Skip to Main Content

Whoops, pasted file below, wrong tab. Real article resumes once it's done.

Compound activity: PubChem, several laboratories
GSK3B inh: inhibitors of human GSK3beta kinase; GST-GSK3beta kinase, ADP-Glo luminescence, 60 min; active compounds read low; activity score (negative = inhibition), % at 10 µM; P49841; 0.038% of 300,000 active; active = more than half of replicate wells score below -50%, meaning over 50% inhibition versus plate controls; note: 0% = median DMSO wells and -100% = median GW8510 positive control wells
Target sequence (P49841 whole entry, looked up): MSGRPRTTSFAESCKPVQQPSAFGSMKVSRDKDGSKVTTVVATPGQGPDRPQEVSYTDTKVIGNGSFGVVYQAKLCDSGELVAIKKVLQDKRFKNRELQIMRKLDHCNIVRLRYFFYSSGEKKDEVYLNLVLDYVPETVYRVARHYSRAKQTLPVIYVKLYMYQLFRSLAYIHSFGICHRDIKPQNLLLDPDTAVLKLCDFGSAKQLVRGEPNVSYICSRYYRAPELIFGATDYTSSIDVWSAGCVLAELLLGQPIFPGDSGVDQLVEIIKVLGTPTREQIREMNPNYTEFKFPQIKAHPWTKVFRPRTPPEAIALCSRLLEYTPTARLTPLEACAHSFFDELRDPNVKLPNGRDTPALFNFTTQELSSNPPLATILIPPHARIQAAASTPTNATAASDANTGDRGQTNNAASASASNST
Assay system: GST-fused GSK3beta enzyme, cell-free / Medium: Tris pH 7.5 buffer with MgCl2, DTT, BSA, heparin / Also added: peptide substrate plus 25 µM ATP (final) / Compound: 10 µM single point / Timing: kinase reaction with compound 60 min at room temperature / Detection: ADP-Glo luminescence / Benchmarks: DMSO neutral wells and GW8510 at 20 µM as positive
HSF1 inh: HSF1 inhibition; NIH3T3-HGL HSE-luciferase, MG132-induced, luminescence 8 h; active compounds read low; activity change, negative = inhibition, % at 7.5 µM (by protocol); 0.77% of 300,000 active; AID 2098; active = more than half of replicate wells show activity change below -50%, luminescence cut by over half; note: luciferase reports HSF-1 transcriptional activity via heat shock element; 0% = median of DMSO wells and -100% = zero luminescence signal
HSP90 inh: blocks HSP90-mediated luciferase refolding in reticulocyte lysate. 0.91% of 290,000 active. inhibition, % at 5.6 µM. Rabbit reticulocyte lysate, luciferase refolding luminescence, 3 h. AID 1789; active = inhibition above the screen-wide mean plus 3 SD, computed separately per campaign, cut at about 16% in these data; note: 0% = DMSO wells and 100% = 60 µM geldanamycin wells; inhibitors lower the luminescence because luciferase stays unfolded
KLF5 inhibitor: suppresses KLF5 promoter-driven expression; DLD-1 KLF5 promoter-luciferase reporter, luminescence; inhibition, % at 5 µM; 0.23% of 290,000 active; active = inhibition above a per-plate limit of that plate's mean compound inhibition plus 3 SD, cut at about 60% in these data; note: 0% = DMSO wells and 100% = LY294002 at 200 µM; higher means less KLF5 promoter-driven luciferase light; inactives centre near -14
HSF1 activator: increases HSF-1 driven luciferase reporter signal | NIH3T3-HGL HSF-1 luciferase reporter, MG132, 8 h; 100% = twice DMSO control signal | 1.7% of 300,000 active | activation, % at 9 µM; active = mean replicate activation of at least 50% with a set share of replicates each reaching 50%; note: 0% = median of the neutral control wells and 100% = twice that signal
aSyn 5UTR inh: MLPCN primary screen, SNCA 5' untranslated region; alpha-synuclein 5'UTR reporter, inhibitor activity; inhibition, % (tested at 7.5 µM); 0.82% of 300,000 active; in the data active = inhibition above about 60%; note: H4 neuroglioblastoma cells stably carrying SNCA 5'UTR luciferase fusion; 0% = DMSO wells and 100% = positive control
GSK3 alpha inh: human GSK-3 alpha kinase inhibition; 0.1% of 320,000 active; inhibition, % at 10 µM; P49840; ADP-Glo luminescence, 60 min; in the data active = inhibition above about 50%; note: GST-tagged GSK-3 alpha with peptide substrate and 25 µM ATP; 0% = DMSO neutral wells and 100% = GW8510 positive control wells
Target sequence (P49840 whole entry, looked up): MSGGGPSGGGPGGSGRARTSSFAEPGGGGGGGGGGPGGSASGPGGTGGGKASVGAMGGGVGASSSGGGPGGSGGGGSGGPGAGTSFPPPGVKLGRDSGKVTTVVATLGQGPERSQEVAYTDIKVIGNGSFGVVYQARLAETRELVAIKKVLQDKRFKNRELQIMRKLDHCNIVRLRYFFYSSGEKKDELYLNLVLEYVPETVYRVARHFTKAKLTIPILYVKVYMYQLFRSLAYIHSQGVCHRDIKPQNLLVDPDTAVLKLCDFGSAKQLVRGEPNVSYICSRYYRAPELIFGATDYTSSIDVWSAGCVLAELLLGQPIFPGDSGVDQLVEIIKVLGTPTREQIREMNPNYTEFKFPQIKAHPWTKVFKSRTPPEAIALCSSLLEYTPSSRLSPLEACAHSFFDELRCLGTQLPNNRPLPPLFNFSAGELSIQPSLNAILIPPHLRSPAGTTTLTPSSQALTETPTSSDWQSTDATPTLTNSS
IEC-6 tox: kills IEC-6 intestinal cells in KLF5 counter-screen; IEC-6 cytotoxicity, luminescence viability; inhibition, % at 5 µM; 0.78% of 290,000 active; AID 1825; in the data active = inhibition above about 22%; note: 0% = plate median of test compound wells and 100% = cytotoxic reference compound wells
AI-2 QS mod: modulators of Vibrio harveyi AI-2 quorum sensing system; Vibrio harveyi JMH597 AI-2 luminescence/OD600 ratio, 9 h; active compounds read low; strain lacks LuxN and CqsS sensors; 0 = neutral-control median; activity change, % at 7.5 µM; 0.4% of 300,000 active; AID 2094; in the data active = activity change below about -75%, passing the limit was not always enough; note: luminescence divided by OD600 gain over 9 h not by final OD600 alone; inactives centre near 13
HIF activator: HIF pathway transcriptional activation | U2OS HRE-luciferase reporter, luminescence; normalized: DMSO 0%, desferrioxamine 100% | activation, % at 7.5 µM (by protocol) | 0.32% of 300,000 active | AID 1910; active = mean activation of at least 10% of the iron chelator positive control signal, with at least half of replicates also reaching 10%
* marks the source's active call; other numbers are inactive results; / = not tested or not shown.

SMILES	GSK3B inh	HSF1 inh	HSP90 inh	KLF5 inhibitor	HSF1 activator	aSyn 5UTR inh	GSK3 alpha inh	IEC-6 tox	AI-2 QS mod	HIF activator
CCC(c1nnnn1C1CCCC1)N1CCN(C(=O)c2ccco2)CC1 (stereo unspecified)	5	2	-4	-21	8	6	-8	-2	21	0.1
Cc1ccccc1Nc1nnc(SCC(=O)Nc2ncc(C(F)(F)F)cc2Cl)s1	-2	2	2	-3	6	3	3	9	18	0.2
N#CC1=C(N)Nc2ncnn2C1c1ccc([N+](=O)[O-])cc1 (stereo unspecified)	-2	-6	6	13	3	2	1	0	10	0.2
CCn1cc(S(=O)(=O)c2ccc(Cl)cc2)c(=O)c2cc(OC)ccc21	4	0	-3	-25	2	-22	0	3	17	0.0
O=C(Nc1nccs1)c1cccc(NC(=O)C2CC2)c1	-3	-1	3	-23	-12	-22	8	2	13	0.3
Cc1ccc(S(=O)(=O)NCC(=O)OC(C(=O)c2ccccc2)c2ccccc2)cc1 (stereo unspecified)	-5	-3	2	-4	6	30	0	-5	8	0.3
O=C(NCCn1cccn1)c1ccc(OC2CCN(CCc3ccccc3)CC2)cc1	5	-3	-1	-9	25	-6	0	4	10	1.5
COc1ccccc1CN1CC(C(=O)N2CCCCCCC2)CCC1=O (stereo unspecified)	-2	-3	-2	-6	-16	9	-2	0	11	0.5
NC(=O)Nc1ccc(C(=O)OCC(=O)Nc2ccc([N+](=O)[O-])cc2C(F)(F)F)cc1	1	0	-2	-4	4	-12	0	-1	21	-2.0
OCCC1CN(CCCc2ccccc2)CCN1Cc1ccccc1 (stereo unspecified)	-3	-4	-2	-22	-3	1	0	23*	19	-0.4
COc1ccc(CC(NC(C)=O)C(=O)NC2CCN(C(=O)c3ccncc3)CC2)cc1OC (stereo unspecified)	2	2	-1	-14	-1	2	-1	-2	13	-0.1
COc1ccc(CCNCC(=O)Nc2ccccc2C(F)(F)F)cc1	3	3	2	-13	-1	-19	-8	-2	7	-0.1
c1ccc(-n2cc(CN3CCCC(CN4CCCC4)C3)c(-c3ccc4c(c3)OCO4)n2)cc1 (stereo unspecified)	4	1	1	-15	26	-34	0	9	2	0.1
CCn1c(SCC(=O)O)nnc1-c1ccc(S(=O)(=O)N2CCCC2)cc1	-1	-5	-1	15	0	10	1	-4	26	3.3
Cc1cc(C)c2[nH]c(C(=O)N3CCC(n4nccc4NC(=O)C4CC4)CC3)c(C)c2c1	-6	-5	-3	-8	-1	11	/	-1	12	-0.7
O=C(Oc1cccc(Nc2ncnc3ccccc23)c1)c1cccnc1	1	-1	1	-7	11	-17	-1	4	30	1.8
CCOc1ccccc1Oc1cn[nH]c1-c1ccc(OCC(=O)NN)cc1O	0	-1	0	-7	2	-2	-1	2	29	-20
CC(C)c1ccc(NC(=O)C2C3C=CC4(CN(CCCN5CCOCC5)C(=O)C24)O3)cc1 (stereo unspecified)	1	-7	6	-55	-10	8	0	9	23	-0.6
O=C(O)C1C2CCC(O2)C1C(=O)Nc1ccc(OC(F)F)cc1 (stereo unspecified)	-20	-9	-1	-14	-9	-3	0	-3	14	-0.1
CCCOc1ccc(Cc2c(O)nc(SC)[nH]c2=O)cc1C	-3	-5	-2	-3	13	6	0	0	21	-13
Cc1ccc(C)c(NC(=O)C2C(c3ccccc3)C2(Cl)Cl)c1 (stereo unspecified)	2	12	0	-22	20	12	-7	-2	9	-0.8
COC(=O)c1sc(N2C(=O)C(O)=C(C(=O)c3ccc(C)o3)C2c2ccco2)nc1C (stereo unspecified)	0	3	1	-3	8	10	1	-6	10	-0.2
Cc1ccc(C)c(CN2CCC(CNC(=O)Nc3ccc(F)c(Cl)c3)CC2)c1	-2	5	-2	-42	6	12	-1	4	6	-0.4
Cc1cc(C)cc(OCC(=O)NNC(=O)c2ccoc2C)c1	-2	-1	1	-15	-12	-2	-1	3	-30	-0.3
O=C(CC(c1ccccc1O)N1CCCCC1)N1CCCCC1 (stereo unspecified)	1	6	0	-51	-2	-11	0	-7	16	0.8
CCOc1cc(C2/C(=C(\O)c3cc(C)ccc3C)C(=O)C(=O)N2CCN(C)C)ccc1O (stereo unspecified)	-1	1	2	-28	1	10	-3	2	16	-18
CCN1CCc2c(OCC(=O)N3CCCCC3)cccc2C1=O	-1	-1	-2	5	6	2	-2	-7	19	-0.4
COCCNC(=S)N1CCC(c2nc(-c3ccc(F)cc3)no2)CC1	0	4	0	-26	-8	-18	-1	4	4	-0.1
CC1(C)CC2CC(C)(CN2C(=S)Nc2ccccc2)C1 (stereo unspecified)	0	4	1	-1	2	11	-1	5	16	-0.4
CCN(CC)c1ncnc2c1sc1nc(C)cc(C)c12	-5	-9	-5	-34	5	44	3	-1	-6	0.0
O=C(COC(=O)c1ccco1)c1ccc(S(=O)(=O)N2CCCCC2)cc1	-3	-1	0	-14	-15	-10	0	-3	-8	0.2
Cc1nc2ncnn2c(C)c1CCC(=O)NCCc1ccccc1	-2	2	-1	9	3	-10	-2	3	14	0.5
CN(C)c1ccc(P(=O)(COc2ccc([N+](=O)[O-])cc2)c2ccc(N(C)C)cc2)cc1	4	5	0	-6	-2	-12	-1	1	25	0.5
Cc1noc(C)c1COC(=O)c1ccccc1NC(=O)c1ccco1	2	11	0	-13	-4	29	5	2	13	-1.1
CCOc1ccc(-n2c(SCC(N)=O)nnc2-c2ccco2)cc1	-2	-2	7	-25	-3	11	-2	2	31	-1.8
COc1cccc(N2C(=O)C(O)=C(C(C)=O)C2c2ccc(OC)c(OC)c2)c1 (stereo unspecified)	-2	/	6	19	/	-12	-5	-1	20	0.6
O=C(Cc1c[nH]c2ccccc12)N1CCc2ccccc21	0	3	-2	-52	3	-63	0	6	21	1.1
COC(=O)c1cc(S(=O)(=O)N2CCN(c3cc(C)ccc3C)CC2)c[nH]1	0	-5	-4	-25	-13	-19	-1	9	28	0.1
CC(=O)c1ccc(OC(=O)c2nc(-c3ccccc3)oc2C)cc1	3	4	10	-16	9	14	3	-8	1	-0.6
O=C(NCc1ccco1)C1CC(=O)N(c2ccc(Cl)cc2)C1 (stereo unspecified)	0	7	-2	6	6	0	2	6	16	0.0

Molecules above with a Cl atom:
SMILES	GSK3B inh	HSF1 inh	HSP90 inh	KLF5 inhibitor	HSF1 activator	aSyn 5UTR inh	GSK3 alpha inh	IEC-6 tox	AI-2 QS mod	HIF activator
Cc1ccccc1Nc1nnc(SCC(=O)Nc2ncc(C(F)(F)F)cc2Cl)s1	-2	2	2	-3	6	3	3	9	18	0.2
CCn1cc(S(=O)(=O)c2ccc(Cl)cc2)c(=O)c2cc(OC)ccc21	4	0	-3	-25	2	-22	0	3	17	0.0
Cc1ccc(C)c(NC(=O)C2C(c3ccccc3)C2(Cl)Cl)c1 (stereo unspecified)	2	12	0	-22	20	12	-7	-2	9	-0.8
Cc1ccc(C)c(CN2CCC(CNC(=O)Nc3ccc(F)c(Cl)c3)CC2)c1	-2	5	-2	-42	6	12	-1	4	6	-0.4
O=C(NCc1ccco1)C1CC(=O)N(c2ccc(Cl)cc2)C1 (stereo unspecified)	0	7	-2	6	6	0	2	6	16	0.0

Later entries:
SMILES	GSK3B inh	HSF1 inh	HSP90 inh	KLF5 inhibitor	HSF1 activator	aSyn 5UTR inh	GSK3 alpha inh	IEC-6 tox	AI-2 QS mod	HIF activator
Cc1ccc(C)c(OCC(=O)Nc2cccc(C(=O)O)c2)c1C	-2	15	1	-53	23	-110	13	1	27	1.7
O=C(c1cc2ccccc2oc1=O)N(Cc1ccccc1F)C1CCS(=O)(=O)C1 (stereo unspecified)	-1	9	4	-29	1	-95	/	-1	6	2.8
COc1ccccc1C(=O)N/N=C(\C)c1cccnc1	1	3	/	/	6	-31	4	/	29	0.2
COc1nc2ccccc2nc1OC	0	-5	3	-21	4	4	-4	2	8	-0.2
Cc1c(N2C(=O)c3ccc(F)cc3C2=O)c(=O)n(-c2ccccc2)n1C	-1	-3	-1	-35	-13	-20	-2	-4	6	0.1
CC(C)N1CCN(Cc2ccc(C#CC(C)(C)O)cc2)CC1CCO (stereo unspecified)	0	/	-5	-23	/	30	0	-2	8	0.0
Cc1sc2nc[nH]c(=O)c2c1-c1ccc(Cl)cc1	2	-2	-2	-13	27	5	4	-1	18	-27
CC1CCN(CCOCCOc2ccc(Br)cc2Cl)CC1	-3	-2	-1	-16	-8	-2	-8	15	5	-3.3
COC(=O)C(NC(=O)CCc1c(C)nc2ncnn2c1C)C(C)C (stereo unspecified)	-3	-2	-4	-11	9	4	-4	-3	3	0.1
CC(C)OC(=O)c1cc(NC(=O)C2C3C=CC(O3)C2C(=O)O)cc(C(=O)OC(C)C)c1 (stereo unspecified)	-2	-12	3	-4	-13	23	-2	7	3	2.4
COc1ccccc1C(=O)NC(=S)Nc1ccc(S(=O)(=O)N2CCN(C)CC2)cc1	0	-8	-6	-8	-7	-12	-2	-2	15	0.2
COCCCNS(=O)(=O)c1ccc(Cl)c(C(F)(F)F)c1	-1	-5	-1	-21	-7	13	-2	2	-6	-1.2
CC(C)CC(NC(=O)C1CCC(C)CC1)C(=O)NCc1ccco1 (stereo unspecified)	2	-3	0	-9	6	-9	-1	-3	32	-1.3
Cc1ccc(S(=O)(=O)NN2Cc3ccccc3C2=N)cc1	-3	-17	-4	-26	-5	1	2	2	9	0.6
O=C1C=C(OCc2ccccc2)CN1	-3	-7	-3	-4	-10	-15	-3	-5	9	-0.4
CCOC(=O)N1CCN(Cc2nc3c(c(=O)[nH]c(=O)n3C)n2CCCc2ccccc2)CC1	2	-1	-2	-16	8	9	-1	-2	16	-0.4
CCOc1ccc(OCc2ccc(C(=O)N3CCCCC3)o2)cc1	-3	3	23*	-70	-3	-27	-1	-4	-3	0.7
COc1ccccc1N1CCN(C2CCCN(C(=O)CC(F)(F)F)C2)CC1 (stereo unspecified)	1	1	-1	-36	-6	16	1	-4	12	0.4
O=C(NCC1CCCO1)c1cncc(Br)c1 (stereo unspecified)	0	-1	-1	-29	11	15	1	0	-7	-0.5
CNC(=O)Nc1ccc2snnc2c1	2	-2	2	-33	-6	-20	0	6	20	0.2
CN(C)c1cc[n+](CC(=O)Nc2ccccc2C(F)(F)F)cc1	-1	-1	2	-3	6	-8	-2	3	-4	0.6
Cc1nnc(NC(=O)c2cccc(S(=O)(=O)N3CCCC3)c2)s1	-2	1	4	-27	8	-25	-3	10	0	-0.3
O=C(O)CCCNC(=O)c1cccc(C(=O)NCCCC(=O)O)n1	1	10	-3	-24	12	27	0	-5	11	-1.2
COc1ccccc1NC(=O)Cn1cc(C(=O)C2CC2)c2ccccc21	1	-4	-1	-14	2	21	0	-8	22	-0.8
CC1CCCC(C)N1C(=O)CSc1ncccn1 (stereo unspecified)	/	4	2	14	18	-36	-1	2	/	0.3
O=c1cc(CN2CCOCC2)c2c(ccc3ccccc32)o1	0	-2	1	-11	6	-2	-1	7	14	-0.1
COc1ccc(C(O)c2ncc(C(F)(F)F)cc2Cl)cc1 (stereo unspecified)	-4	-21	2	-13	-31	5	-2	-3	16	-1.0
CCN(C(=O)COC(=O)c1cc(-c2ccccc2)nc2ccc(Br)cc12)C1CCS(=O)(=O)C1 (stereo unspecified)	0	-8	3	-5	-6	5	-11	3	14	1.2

To model P2P networks that are commonly faced with high rates of churn and random departure decisions by end-users, this paper investigates the resilience of random graphs to lifetime-based node failure and derives the expected delay before a user is forcefully isolated from the graph and the probability that this occurs within his/her lifetime. Using these metrics, we show that systems with heavy-tailed lifetime distributions are more resilient than those with light-tailed (e.g., exponential) distributions and that for a given average degree, k-regular graphs exhibit the highest level of fault tolerance. As a practical illustration of our results, each user in a system with n = 100 billion peers, 30-minute average lifetime, and 1-minute node-replacement delay can stay connected to the graph with probability 1 - 1/n using only 9 neighbors. This is in contrast to 37 neighbors required under previous modeling efforts. We finish the paper by observing that many P2P networks are almost surely (i.e., with probability 1 - o(1)) connected if they have no isolated nodes and derive a simple model for the probability that a P2P system partitions under churn.